There's a difference between a star and a superstar. Thomas Vanek is a star. But since the first day he arrived in Buffalo, he's wanted to be a superstar.
As Vanek began his fifth NHL season Saturday with the start of Sabres training camp, he made it clear he knows how to make the jump. He can't be just a 40-goal scorer. He has to be a lethal scorer on a team that makes the playoffs.
That recipe will lift him to the elite status he craves and is primed to achieve. It will also make the Sabres a contender again.
"Besides the goals, there's a lot more that comes with it," Vanek said in HSBC Arena. "What comes with that is taking your team to the next step and getting into the playoffs consistently. That's something I'm disappointed at in myself, that I wasn't [a] good enough leader on the ice to get us there."
The disappointment of missing two straight postseasons faded Saturday. The ice surface, dressing rooms and hallways were filled with smiles, handshakes and hope as the 2009-10 season got under way.
"It's been another long summer for us, so I think guys are anxious and excited and ready to start up," Vanek said.
The left winger has the credentials to be mentioned in the same breath as the league's top players. Only four players topped his 40-goal output last season. No one bested his 20 power-play tallies. Plus, he did it despite breaking his jaw, which sidelined him for nine games and slowed him down for several more.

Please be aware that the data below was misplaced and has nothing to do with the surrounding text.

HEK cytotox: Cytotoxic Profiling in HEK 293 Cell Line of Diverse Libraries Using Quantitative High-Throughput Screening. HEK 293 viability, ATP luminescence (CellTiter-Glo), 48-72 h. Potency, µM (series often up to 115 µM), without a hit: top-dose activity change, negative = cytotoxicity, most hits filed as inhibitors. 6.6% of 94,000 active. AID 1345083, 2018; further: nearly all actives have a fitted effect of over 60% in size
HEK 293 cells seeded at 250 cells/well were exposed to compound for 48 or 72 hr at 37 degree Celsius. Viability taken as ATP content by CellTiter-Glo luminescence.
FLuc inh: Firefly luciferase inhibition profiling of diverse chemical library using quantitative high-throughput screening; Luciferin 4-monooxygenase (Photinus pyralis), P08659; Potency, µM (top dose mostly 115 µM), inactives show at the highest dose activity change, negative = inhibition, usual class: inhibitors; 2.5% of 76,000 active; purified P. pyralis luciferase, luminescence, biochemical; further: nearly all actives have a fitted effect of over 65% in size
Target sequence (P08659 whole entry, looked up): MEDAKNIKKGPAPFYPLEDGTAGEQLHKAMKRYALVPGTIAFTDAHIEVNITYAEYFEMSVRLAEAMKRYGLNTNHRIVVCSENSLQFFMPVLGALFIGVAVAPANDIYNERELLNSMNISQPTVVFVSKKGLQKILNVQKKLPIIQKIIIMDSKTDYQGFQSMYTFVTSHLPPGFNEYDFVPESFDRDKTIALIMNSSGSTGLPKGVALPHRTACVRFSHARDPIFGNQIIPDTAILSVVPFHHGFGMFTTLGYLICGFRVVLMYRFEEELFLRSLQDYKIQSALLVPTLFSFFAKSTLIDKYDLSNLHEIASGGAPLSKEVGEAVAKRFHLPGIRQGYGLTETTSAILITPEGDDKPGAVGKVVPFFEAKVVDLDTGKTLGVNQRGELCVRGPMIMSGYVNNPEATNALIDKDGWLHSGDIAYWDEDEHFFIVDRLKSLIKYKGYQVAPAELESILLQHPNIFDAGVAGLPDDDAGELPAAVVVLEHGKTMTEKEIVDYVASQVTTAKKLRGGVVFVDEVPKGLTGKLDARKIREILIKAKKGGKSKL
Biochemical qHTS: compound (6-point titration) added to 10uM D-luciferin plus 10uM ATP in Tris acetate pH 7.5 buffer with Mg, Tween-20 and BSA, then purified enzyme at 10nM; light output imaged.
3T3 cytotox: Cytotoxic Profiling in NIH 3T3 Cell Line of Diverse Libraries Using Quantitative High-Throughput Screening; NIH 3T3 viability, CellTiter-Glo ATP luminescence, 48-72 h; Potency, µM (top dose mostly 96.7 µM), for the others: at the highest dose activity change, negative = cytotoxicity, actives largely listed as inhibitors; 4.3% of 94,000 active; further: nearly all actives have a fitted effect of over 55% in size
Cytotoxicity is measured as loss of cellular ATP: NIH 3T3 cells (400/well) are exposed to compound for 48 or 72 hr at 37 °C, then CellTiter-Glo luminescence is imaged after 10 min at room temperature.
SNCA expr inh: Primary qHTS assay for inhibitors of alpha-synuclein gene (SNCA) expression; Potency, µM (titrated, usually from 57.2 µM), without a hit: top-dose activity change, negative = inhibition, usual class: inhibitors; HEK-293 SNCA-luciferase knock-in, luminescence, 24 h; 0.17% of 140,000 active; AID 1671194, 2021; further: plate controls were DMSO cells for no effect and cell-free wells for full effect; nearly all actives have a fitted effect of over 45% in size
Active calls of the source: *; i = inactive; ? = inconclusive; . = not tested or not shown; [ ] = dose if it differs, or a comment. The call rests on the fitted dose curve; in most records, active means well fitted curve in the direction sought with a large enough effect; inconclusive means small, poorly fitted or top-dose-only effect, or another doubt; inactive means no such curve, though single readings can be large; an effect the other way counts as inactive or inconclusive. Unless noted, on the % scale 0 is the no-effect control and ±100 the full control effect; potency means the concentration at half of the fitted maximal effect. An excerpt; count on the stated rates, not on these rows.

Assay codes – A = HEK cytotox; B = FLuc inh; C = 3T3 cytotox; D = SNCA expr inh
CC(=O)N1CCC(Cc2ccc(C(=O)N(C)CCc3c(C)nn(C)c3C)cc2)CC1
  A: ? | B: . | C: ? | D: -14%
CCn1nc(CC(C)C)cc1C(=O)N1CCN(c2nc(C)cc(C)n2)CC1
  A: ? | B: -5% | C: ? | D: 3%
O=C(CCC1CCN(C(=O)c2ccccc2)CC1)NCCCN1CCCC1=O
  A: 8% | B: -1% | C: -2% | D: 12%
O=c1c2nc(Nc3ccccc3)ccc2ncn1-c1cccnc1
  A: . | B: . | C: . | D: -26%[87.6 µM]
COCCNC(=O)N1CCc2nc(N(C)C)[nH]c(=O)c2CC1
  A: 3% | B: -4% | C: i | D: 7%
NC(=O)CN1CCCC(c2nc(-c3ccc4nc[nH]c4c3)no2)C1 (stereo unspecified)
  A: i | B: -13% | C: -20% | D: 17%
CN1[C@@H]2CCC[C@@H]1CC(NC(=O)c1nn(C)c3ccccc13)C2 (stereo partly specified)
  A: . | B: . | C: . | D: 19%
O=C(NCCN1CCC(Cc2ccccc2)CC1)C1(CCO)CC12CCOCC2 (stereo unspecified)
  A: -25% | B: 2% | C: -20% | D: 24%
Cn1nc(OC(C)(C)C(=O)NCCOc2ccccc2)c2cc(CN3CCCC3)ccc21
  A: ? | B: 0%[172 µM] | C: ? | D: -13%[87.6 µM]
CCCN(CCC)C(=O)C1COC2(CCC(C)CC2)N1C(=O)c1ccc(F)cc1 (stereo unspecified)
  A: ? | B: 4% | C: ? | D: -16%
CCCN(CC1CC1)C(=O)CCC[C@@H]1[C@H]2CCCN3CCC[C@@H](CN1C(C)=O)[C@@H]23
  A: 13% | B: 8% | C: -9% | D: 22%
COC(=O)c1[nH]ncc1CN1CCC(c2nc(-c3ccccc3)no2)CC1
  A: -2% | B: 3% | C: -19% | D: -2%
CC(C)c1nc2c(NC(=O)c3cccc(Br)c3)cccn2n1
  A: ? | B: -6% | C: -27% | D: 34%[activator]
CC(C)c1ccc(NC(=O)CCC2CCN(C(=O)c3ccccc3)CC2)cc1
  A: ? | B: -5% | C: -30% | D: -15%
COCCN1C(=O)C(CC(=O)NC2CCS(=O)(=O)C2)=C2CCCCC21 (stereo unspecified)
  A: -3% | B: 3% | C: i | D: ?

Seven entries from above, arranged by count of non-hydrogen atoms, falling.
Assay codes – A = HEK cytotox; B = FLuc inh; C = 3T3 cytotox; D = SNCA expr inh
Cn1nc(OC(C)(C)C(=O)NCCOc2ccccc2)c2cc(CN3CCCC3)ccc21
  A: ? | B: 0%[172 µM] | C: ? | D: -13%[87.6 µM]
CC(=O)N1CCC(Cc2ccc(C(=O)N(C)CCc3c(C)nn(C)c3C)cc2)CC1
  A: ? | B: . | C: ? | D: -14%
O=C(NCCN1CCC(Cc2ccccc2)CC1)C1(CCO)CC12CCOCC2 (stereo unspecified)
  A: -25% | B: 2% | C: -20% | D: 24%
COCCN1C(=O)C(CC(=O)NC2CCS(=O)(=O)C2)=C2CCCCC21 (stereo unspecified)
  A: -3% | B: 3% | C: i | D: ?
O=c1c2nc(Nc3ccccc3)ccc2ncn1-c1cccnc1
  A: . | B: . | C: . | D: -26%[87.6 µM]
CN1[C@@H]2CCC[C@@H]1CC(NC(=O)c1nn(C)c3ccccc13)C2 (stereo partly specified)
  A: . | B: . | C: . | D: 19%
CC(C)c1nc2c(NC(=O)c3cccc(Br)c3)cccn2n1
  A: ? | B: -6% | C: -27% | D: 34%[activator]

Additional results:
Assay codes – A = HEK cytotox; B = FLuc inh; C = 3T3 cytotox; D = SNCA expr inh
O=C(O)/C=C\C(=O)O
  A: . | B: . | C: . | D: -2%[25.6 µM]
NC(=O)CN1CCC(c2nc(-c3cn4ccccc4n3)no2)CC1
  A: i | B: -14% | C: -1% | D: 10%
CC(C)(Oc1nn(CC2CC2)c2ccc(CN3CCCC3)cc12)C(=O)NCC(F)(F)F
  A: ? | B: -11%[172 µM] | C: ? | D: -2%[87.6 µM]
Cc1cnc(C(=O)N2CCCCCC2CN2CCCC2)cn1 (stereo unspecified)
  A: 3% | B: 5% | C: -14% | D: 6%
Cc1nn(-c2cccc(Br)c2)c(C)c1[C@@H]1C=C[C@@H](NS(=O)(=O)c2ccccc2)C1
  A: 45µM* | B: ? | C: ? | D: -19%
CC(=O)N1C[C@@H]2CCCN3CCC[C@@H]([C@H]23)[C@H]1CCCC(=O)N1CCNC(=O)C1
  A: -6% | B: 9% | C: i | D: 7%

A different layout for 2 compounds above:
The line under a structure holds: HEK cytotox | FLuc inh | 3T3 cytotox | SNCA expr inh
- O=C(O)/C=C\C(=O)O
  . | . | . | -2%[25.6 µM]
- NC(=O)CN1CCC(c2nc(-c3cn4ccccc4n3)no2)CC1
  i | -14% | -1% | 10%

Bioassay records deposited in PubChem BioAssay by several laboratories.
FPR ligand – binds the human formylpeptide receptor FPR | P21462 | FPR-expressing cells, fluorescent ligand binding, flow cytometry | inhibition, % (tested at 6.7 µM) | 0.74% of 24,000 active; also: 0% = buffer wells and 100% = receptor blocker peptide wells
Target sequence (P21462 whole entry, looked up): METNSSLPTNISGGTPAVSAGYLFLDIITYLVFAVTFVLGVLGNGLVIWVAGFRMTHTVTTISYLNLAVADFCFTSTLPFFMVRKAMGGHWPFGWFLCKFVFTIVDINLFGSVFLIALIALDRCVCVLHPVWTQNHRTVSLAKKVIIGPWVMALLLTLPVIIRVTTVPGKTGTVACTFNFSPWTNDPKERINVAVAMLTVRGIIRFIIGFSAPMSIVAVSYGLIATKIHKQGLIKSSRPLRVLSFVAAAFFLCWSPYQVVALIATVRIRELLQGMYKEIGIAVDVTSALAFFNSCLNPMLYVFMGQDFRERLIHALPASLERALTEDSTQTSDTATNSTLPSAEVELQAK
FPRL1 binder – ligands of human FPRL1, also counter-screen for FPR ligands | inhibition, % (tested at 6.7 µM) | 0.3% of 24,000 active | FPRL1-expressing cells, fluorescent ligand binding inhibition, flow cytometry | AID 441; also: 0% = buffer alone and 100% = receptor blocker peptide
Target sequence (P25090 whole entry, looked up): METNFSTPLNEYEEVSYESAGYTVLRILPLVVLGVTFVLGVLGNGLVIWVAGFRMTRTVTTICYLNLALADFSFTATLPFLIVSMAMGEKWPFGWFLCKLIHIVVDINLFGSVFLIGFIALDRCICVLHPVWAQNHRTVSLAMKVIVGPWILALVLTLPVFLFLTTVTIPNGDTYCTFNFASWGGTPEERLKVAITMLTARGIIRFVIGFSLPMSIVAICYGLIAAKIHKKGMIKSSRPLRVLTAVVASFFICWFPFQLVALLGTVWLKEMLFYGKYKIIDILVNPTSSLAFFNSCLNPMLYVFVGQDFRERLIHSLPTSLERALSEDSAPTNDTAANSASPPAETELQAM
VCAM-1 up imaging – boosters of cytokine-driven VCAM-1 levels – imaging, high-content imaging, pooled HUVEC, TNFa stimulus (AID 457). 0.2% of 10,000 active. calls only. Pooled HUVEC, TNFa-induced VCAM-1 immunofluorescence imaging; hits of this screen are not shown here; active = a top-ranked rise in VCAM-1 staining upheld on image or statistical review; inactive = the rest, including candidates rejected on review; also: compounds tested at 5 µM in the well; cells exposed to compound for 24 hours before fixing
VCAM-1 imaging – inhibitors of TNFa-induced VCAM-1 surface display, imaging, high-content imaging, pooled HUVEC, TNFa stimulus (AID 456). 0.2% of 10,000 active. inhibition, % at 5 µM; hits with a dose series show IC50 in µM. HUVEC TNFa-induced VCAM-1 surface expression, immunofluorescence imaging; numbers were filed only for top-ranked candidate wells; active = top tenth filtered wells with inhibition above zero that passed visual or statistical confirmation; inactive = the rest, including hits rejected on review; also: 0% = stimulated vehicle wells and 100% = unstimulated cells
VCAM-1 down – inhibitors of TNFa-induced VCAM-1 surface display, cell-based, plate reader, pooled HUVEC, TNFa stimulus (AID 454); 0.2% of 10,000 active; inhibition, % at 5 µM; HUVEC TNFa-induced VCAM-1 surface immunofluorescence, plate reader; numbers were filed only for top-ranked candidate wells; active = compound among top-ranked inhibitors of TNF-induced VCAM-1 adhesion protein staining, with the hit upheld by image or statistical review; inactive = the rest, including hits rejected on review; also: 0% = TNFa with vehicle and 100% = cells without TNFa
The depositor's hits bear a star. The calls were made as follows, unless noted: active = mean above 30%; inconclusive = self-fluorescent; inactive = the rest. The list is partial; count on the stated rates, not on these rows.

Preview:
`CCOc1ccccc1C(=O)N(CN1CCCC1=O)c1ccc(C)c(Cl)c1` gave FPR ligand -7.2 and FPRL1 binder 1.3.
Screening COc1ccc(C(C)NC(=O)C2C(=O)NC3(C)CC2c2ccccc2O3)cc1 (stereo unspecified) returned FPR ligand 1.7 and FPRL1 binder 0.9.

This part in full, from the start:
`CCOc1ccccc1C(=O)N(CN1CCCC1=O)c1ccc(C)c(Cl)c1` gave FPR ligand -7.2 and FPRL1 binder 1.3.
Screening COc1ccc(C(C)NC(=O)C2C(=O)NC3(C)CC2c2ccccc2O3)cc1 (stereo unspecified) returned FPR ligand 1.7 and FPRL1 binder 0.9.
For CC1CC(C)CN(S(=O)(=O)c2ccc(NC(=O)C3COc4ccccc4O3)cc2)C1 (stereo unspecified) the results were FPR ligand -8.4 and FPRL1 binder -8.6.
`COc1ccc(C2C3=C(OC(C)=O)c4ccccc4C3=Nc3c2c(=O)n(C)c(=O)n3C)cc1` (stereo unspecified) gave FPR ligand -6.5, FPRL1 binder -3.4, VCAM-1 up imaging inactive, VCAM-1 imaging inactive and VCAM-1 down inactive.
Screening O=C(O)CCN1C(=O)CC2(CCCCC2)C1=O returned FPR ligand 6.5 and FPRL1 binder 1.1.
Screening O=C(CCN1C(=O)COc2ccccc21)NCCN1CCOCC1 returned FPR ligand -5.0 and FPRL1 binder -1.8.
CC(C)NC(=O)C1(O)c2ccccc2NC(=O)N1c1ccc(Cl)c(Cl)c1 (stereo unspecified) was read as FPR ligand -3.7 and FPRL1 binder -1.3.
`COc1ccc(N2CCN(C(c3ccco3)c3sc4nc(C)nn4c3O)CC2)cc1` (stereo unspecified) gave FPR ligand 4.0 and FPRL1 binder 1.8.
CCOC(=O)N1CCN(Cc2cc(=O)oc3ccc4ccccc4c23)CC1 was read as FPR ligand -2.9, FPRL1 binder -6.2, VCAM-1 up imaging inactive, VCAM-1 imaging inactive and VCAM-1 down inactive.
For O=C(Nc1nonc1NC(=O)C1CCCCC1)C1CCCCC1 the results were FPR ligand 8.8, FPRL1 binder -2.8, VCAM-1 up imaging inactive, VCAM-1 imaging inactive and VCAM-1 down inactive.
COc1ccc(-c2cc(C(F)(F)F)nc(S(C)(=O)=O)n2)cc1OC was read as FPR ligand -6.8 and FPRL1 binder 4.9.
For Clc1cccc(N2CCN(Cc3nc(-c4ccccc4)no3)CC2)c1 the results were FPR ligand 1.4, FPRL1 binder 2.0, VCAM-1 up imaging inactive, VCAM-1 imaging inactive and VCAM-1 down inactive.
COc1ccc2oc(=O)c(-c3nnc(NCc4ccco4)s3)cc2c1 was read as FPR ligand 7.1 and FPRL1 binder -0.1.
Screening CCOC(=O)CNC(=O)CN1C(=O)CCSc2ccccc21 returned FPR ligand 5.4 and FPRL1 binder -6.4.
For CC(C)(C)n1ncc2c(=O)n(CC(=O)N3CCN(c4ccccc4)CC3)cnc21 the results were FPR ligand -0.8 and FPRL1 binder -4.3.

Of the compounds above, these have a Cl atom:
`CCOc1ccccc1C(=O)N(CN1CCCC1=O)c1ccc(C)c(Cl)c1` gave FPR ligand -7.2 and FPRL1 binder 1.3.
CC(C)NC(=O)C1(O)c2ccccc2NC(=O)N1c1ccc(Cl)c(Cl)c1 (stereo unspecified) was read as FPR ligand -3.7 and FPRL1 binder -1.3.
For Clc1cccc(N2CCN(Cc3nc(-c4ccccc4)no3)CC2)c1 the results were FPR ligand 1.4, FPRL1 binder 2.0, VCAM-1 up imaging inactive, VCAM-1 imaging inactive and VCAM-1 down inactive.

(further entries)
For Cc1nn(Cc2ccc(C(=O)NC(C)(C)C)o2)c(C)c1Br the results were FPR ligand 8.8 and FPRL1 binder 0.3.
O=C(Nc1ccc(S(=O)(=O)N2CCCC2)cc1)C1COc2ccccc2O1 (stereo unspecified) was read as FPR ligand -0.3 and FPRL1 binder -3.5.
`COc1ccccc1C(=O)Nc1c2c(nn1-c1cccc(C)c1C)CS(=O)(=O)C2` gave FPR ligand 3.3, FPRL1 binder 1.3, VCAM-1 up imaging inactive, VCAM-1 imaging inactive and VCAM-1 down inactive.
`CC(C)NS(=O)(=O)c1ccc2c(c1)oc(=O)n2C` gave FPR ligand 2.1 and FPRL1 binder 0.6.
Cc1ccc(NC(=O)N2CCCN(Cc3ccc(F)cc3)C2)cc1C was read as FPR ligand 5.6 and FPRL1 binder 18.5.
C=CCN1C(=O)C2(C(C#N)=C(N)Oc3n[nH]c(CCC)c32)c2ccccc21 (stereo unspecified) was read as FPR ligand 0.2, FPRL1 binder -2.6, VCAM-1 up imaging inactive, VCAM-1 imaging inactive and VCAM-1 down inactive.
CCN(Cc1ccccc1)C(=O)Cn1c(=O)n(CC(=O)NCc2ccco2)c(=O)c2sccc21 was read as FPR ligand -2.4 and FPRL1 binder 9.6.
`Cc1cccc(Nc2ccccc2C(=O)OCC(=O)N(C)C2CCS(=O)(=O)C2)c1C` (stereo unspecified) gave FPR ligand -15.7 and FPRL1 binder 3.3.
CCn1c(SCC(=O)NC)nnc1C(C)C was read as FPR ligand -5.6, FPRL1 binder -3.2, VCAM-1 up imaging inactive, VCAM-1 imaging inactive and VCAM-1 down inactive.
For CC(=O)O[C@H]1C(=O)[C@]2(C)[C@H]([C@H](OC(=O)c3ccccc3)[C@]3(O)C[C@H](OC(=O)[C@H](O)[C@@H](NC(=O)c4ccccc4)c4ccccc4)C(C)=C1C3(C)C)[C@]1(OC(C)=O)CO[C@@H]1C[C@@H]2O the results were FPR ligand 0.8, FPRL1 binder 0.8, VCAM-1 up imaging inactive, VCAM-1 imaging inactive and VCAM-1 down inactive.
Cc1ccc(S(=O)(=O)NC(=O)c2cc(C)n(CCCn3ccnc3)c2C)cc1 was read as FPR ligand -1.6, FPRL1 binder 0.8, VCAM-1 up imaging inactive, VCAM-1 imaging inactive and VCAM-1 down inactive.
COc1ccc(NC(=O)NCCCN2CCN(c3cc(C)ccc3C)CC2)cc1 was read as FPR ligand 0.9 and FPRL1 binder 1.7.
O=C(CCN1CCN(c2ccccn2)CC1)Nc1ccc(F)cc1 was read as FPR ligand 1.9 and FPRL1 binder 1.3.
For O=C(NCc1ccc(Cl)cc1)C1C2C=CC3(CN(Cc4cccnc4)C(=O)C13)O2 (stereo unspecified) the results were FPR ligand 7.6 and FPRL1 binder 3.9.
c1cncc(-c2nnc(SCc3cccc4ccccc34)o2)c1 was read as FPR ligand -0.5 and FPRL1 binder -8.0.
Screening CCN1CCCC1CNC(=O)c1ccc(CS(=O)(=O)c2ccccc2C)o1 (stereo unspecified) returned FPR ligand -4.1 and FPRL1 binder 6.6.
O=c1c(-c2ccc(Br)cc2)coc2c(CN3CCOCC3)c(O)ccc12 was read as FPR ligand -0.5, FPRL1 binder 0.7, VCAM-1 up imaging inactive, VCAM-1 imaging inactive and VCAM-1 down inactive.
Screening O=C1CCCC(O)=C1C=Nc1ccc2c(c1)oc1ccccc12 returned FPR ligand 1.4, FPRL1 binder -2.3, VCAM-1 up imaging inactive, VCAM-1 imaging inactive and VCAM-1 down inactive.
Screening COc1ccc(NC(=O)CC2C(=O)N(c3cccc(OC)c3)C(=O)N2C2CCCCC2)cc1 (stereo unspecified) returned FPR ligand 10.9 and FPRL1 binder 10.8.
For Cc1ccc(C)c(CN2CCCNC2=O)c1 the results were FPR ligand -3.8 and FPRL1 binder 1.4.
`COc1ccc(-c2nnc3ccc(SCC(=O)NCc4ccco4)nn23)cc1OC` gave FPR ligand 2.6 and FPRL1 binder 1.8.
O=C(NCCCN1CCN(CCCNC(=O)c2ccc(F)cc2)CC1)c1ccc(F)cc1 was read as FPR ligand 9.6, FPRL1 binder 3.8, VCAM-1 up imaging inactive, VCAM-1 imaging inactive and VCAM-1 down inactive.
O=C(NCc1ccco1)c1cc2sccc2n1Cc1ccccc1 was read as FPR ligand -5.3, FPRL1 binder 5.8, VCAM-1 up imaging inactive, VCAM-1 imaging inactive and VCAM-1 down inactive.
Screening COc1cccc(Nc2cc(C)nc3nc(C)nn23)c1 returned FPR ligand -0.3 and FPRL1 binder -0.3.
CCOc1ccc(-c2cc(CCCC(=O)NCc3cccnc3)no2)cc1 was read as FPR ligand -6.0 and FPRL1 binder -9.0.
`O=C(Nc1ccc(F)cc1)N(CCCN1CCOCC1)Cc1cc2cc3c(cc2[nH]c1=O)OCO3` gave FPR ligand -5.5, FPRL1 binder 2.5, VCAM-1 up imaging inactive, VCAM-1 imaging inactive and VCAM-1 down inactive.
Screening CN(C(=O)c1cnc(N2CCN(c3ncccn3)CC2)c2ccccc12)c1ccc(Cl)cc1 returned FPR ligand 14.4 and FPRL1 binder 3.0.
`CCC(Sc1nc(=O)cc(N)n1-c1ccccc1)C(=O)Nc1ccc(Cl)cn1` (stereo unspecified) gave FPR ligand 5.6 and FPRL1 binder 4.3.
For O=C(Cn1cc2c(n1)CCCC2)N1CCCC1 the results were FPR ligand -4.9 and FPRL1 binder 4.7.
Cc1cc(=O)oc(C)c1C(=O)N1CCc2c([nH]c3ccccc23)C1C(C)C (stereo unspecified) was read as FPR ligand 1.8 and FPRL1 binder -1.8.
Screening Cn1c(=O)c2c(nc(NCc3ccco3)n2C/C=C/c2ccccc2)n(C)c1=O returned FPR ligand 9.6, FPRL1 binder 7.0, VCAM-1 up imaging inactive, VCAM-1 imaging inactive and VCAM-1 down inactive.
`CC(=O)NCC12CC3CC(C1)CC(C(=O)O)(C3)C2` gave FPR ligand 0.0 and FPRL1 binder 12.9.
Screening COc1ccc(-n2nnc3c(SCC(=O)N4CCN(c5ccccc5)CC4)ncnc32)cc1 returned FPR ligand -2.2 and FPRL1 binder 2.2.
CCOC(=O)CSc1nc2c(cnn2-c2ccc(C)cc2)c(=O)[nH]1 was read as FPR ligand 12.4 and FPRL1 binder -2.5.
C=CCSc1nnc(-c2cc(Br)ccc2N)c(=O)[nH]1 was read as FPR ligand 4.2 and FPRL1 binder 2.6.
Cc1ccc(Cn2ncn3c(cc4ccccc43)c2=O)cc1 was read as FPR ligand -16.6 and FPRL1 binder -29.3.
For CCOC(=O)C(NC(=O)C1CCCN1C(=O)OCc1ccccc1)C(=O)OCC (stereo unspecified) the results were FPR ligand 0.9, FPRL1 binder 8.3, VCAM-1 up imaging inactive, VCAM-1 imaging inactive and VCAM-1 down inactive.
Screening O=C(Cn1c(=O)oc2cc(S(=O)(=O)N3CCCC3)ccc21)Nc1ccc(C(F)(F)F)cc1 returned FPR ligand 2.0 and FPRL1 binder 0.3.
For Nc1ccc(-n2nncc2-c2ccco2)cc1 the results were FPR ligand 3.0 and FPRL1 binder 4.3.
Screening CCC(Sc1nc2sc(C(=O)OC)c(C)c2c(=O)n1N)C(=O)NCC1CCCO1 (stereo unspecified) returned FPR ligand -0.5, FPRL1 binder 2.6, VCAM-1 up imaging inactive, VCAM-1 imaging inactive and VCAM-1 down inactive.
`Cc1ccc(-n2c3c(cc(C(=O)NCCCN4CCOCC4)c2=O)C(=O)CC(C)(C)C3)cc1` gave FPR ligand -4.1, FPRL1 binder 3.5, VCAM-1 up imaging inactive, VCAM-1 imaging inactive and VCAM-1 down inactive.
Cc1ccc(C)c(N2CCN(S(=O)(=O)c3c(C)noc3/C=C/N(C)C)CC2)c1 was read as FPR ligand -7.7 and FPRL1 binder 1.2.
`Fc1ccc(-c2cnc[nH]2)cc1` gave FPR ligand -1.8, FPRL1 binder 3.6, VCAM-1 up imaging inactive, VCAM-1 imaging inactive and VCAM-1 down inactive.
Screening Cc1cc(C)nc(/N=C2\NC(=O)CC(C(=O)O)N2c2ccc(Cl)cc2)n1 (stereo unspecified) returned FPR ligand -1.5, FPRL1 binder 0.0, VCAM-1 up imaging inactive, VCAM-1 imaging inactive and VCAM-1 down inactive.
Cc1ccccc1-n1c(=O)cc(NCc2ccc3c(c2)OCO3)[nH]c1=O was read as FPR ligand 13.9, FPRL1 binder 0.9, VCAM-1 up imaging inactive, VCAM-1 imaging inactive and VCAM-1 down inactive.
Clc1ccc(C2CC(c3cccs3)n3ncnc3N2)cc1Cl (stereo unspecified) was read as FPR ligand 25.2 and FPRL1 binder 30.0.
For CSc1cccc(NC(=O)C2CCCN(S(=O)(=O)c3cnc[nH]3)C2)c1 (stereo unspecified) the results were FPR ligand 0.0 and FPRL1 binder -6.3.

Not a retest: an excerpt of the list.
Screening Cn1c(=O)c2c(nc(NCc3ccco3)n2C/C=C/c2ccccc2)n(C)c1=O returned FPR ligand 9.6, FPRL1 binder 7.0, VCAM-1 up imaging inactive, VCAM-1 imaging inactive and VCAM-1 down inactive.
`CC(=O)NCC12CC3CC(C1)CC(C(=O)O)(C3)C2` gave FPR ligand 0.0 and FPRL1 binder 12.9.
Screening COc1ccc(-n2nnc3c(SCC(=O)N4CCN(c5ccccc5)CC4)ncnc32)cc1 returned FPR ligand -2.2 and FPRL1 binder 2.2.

But when the Hockey News released its list of the top 50 players in the NHL last month, Vanek was nowhere to be found. Repeatedly missing the playoffs hurt his status, but that's not the only reason.
"The one thing we talk about is the consistency," coach Lindy Ruff said. "I still think there's holes in the consistency with his game. I thought he was a lot better [last year]. I thought he was on the right track until he got hurt. I thought after he got hurt he took a step back."
Ice time is another factor that always comes to the fore with Vanek. Of the top 30 goal scorers last season, only Boston's Phil Kessel (16:33) played fewer minutes per game than Vanek's 17:11. It's not only how long Vanek was on the ice, but when.
He started the season killing penalties, a chore he longed to do. He was potent, scoring two short-handed goals in the first three games of the season. But he was yanked from the unit without explanation, a move that stung and showed others he wasn't quite elite yet.
Ruff said Saturday that Vanek will get his chance this season.
"I think if we can start the way we started last year and maintain that level, he'll be an elite player," Ruff said. "I'll put him in a position where he'll get the elite ice time, and he's just got to give us the elite play."
The 25-year-old has zero problems with that.
"I'm ready for it," Vanek said. "I'm prepared for it. If it happens, great. If not, you just shut your mouth and keep working hard."
Vanek has fulfilled much of the promise expected when the Sabres selected him fifth overall in 2003. He's averaged 40 goals and 71 points over the past three seasons. Those stats have made him a star.
He's ready to move up one notch. Winning will make it possible.
"After two years of struggles, I think right now it's just getting everyone excited and staying excited all year long," Vanek said. "I think that's the biggest part, and individual things are going to come on their own."